Choke Coil in Tube Lights

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CHOKE COIL IN TUBE LIGHTS…
We saw in the last section that gases don't conduct electricity in the same way as solids. One major difference between solids and gases is their electrical resistance (the opposition to flowing electricity). In a solid metal conductor such as a wire, resistance is a constant at any given temperature, controlled by the size of the conductor and the nature of the material. In a gas discharge, such as a fluorescent lamp, current causes resistance to decrease. This is because as more electrons and ions flow through a particular area, they bump into more atoms, which frees up electrons, creating more charged particles. In this way, current will climb on its own in a gas discharge, as long as there is adequate voltage (and household AC current has a lot of voltage). If the current in a fluorescent light isn't controlled, it can blow out the various electrical components. A fluorescent lamp's ballast works to control this. The simplest sort of ballast, generally referred to as amagnetic ballast, works something like an inductor. A basic inductor consists of a coil of wire in a circuit, which may be wound around a piece of metal. If you've read How Electromagnets Work, you know that when you send electrical current through a wire, it generates a magnetic field. Positioning the wire in concentric loops amplifies this field.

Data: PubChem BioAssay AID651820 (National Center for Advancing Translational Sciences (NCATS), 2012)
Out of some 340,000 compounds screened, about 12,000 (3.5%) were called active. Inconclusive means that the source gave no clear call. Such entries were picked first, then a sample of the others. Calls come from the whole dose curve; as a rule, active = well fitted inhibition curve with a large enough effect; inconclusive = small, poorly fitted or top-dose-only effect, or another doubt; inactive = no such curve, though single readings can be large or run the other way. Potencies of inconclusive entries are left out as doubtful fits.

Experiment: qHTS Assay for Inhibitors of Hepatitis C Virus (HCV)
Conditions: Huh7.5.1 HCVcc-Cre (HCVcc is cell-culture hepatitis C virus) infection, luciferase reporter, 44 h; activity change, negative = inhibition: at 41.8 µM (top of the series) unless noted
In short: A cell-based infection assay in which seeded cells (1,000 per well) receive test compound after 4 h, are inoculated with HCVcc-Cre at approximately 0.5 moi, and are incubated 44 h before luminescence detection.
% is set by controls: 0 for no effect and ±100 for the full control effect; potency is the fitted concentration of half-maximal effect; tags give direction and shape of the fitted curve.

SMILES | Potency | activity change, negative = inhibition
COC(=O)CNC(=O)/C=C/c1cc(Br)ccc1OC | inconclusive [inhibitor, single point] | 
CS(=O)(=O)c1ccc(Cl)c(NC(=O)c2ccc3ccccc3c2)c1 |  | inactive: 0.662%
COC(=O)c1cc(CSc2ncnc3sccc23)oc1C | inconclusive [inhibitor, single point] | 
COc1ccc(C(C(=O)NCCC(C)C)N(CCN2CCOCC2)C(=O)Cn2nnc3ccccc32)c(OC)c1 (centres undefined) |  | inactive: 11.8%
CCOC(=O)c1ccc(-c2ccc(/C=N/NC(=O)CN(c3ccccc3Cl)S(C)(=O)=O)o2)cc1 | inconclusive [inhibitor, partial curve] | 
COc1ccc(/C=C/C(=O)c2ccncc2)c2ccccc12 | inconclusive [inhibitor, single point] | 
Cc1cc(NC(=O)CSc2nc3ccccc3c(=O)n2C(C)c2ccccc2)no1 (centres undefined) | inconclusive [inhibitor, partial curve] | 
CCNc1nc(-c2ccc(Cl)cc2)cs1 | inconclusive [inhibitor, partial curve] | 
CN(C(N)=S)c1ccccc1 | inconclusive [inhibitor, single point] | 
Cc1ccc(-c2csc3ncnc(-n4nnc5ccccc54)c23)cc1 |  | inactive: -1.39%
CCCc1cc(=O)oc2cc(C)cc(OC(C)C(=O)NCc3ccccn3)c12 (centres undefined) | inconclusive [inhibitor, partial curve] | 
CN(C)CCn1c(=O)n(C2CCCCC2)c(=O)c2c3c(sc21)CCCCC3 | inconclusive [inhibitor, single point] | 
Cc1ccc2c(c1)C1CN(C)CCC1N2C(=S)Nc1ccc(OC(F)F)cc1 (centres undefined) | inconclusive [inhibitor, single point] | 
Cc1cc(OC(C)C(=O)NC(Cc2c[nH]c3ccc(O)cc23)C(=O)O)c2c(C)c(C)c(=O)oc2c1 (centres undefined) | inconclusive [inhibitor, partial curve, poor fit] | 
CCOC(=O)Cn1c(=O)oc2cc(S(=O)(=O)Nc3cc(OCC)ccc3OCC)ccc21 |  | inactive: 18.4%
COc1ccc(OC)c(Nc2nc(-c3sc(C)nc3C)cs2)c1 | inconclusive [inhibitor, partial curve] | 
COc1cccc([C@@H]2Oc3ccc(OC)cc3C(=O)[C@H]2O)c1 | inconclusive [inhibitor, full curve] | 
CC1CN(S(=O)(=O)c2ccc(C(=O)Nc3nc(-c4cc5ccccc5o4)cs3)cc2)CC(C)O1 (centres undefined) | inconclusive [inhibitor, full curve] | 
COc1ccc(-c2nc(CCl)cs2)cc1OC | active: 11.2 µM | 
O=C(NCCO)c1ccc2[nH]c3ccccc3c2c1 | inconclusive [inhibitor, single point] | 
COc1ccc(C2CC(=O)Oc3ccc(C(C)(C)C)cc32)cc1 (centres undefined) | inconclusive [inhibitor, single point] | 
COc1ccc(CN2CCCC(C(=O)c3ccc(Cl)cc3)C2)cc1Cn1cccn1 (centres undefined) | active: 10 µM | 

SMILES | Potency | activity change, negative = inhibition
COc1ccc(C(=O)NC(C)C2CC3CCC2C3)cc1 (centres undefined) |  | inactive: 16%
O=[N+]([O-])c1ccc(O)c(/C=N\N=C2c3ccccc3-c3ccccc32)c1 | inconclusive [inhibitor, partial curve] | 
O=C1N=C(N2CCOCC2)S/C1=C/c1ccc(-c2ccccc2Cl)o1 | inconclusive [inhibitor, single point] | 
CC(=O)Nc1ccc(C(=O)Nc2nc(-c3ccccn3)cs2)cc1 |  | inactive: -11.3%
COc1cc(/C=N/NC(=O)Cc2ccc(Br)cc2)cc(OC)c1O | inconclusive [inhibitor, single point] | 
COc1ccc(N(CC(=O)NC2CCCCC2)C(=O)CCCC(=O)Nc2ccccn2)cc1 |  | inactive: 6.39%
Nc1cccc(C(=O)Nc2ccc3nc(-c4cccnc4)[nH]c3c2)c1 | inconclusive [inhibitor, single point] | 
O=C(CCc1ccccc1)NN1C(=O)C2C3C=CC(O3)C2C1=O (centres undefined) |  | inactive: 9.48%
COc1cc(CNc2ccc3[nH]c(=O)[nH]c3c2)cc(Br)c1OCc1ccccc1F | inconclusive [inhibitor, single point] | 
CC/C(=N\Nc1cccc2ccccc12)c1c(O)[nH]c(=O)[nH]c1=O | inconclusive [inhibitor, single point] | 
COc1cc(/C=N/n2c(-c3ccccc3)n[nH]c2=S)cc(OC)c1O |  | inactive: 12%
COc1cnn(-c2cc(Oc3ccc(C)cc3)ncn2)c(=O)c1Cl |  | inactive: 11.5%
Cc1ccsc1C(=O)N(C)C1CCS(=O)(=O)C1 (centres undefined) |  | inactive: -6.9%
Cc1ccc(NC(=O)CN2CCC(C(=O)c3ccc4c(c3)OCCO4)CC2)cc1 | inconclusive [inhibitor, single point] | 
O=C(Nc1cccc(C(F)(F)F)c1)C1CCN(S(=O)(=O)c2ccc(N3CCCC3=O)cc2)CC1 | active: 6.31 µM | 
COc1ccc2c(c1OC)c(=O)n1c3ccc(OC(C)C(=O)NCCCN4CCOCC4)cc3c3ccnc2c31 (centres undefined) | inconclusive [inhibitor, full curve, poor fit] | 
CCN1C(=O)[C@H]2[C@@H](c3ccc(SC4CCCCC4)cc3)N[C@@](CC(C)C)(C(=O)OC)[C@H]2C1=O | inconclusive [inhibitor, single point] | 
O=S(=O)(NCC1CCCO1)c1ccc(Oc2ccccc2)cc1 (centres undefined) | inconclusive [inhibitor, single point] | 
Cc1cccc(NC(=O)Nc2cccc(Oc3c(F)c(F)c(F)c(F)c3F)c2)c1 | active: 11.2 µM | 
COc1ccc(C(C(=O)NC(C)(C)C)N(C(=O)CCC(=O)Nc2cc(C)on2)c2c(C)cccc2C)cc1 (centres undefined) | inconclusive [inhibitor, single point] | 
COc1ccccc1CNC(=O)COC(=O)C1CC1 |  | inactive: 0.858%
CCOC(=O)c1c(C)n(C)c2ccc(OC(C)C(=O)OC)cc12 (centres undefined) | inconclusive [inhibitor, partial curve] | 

This sort of field affects not only objects around the loop, but also the loop itself. Increasing the current in the loop increases the magnetic field, which applies a voltage opposite the flow of current in the wire. In short, a coiled length of wire in a circuit (an inductor) opposes change in the current flowing through it (seeHow Inductors Work for details). The transformer elements in a magnetic ballast use this principle to regulate the current in a fluorescent lamp.

A ballast can only slow down changes in current -- it can't stop them. But the alternating current powering a fluorescent light is constantly reversing...
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